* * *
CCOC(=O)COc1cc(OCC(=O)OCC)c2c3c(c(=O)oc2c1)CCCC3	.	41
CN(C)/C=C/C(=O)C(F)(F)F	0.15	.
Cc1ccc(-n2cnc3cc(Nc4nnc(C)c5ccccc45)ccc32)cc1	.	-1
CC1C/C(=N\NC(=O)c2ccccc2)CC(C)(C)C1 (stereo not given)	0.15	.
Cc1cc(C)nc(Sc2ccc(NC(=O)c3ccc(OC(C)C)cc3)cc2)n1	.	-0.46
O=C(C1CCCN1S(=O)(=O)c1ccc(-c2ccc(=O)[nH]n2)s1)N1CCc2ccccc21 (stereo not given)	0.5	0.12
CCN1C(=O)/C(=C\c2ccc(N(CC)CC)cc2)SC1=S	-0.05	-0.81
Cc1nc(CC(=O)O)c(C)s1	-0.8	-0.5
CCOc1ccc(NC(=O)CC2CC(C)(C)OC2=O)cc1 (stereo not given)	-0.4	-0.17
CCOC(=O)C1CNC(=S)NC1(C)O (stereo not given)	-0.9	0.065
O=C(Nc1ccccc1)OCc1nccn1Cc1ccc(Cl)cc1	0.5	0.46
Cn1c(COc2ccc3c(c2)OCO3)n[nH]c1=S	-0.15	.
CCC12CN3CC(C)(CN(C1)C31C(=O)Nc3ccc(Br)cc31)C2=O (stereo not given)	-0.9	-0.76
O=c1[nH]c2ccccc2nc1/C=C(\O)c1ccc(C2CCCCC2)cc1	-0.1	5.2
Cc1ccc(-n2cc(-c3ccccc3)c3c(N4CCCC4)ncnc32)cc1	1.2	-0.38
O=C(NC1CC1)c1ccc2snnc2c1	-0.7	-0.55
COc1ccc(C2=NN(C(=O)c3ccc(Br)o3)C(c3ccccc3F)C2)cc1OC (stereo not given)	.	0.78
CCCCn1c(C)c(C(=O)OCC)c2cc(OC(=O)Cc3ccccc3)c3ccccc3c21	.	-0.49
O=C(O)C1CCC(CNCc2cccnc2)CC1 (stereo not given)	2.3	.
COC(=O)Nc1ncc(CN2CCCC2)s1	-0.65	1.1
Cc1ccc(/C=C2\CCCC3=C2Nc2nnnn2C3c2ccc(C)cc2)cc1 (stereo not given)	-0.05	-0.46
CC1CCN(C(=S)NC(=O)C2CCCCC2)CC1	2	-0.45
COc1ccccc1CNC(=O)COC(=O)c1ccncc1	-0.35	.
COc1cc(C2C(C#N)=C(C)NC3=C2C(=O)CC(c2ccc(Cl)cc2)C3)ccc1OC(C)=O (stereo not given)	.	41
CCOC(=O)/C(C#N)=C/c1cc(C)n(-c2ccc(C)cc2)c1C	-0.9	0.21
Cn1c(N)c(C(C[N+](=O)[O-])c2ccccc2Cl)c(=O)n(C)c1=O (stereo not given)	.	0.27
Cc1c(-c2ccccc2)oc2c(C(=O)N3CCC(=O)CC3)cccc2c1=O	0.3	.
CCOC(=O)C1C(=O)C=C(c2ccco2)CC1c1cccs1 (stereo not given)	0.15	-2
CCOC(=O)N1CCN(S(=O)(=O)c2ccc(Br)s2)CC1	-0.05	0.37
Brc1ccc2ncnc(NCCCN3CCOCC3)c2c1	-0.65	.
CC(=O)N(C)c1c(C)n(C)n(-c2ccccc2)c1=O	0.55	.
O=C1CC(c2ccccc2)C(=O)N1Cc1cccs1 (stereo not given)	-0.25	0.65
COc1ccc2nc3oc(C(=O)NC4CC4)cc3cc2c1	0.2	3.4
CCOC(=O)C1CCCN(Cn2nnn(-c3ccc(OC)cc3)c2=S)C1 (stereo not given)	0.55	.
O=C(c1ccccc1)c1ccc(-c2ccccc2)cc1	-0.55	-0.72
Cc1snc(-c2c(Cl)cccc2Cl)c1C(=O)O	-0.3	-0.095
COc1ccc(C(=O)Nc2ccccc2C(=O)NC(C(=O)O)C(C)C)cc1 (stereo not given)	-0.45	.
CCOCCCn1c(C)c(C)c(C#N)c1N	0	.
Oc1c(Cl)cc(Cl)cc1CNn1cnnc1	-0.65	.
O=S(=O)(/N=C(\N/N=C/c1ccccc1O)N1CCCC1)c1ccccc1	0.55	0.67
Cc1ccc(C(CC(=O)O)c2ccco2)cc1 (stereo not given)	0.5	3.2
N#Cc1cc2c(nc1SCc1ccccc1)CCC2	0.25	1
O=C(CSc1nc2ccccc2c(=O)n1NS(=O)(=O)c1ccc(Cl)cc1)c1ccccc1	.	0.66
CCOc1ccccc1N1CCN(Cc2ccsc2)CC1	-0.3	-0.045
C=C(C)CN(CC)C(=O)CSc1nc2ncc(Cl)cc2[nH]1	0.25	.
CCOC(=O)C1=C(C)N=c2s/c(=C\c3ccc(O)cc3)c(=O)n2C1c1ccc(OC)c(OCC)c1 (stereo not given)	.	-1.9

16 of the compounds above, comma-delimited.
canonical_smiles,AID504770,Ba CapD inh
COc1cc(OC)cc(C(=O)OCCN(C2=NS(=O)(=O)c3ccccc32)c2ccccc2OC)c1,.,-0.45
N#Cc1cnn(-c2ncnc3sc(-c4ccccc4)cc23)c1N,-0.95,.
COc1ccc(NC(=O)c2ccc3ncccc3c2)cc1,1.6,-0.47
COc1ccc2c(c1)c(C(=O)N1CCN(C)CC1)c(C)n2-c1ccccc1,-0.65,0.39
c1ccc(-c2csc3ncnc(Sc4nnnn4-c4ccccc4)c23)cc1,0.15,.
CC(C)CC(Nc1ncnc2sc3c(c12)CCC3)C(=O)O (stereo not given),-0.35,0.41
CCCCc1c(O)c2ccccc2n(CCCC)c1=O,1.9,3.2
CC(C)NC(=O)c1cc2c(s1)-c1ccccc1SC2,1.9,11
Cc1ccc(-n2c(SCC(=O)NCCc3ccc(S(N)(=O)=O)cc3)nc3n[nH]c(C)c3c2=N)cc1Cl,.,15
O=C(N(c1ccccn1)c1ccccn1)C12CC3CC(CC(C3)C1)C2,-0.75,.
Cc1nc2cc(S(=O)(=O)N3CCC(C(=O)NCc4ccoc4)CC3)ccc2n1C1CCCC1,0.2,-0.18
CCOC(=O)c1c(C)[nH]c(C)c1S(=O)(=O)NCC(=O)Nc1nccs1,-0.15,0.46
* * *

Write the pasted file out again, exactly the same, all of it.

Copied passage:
CCOC(=O)COc1cc(OCC(=O)OCC)c2c3c(c(=O)oc2c1)CCCC3	.	41
CN(C)/C=C/C(=O)C(F)(F)F	0.15	.
Cc1ccc(-n2cnc3cc(Nc4nnc(C)c5ccccc45)ccc32)cc1	.	-1
CC1C/C(=N\NC(=O)c2ccccc2)CC(C)(C)C1 (stereo not given)	0.15	.
Cc1cc(C)nc(Sc2ccc(NC(=O)c3ccc(OC(C)C)cc3)cc2)n1	.	-0.46
O=C(C1CCCN1S(=O)(=O)c1ccc(-c2ccc(=O)[nH]n2)s1)N1CCc2ccccc21 (stereo not given)	0.5	0.12
CCN1C(=O)/C(=C\c2ccc(N(CC)CC)cc2)SC1=S	-0.05	-0.81
Cc1nc(CC(=O)O)c(C)s1	-0.8	-0.5
CCOc1ccc(NC(=O)CC2CC(C)(C)OC2=O)cc1 (stereo not given)	-0.4	-0.17
CCOC(=O)C1CNC(=S)NC1(C)O (stereo not given)	-0.9	0.065
O=C(Nc1ccccc1)OCc1nccn1Cc1ccc(Cl)cc1	0.5	0.46
Cn1c(COc2ccc3c(c2)OCO3)n[nH]c1=S	-0.15	.
CCC12CN3CC(C)(CN(C1)C31C(=O)Nc3ccc(Br)cc31)C2=O (stereo not given)	-0.9	-0.76
O=c1[nH]c2ccccc2nc1/C=C(\O)c1ccc(C2CCCCC2)cc1	-0.1	5.2
Cc1ccc(-n2cc(-c3ccccc3)c3c(N4CCCC4)ncnc32)cc1	1.2	-0.38
O=C(NC1CC1)c1ccc2snnc2c1	-0.7	-0.55
COc1ccc(C2=NN(C(=O)c3ccc(Br)o3)C(c3ccccc3F)C2)cc1OC (stereo not given)	.	0.78
CCCCn1c(C)c(C(=O)OCC)c2cc(OC(=O)Cc3ccccc3)c3ccccc3c21	.	-0.49
O=C(O)C1CCC(CNCc2cccnc2)CC1 (stereo not given)	2.3	.
COC(=O)Nc1ncc(CN2CCCC2)s1	-0.65	1.1
Cc1ccc(/C=C2\CCCC3=C2Nc2nnnn2C3c2ccc(C)cc2)cc1 (stereo not given)	-0.05	-0.46
CC1CCN(C(=S)NC(=O)C2CCCCC2)CC1	2	-0.45
COc1ccccc1CNC(=O)COC(=O)c1ccncc1	-0.35	.
COc1cc(C2C(C#N)=C(C)NC3=C2C(=O)CC(c2ccc(Cl)cc2)C3)ccc1OC(C)=O (stereo not given)	.	41
CCOC(=O)/C(C#N)=C/c1cc(C)n(-c2ccc(C)cc2)c1C	-0.9	0.21
Cn1c(N)c(C(C[N+](=O)[O-])c2ccccc2Cl)c(=O)n(C)c1=O (stereo not given)	.	0.27
Cc1c(-c2ccccc2)oc2c(C(=O)N3CCC(=O)CC3)cccc2c1=O	0.3	.
CCOC(=O)C1C(=O)C=C(c2ccco2)CC1c1cccs1 (stereo not given)	0.15	-2
CCOC(=O)N1CCN(S(=O)(=O)c2ccc(Br)s2)CC1	-0.05	0.37
Brc1ccc2ncnc(NCCCN3CCOCC3)c2c1	-0.65	.
CC(=O)N(C)c1c(C)n(C)n(-c2ccccc2)c1=O	0.55	.
O=C1CC(c2ccccc2)C(=O)N1Cc1cccs1 (stereo not given)	-0.25	0.65
COc1ccc2nc3oc(C(=O)NC4CC4)cc3cc2c1	0.2	3.4
CCOC(=O)C1CCCN(Cn2nnn(-c3ccc(OC)cc3)c2=S)C1 (stereo not given)	0.55	.
O=C(c1ccccc1)c1ccc(-c2ccccc2)cc1	-0.55	-0.72
Cc1snc(-c2c(Cl)cccc2Cl)c1C(=O)O	-0.3	-0.095
COc1ccc(C(=O)Nc2ccccc2C(=O)NC(C(=O)O)C(C)C)cc1 (stereo not given)	-0.45	.
CCOCCCn1c(C)c(C)c(C#N)c1N	0	.
Oc1c(Cl)cc(Cl)cc1CNn1cnnc1	-0.65	.
O=S(=O)(/N=C(\N/N=C/c1ccccc1O)N1CCCC1)c1ccccc1	0.55	0.67
Cc1ccc(C(CC(=O)O)c2ccco2)cc1 (stereo not given)	0.5	3.2
N#Cc1cc2c(nc1SCc1ccccc1)CCC2	0.25	1
O=C(CSc1nc2ccccc2c(=O)n1NS(=O)(=O)c1ccc(Cl)cc1)c1ccccc1	.	0.66
CCOc1ccccc1N1CCN(Cc2ccsc2)CC1	-0.3	-0.045
C=C(C)CN(CC)C(=O)CSc1nc2ncc(Cl)cc2[nH]1	0.25	.
CCOC(=O)C1=C(C)N=c2s/c(=C\c3ccc(O)cc3)c(=O)n2C1c1ccc(OC)c(OCC)c1 (stereo not given)	.	-1.9

16 of the compounds above, comma-delimited.
canonical_smiles,AID504770,Ba CapD inh
COc1cc(OC)cc(C(=O)OCCN(C2=NS(=O)(=O)c3ccccc32)c2ccccc2OC)c1,.,-0.45
N#Cc1cnn(-c2ncnc3sc(-c4ccccc4)cc23)c1N,-0.95,.
COc1ccc(NC(=O)c2ccc3ncccc3c2)cc1,1.6,-0.47
COc1ccc2c(c1)c(C(=O)N1CCN(C)CC1)c(C)n2-c1ccccc1,-0.65,0.39
c1ccc(-c2csc3ncnc(Sc4nnnn4-c4ccccc4)c23)cc1,0.15,.
CC(C)CC(Nc1ncnc2sc3c(c12)CCC3)C(=O)O (stereo not given),-0.35,0.41
CCCCc1c(O)c2ccccc2n(CCCC)c1=O,1.9,3.2
CC(C)NC(=O)c1cc2c(s1)-c1ccccc1SC2,1.9,11
Cc1ccc(-n2c(SCC(=O)NCCc3ccc(S(N)(=O)=O)cc3)nc3n[nH]c(C)c3c2=N)cc1Cl,.,15
O=C(N(c1ccccn1)c1ccccn1)C12CC3CC(CC(C3)C1)C2,-0.75,.
Cc1nc2cc(S(=O)(=O)N3CCC(C(=O)NCc4ccoc4)CC3)ccc2n1C1CCCC1,0.2,-0.18
CCOC(=O)c1c(C)[nH]c(C)c1S(=O)(=O)NCC(=O)Nc1nccs1,-0.15,0.46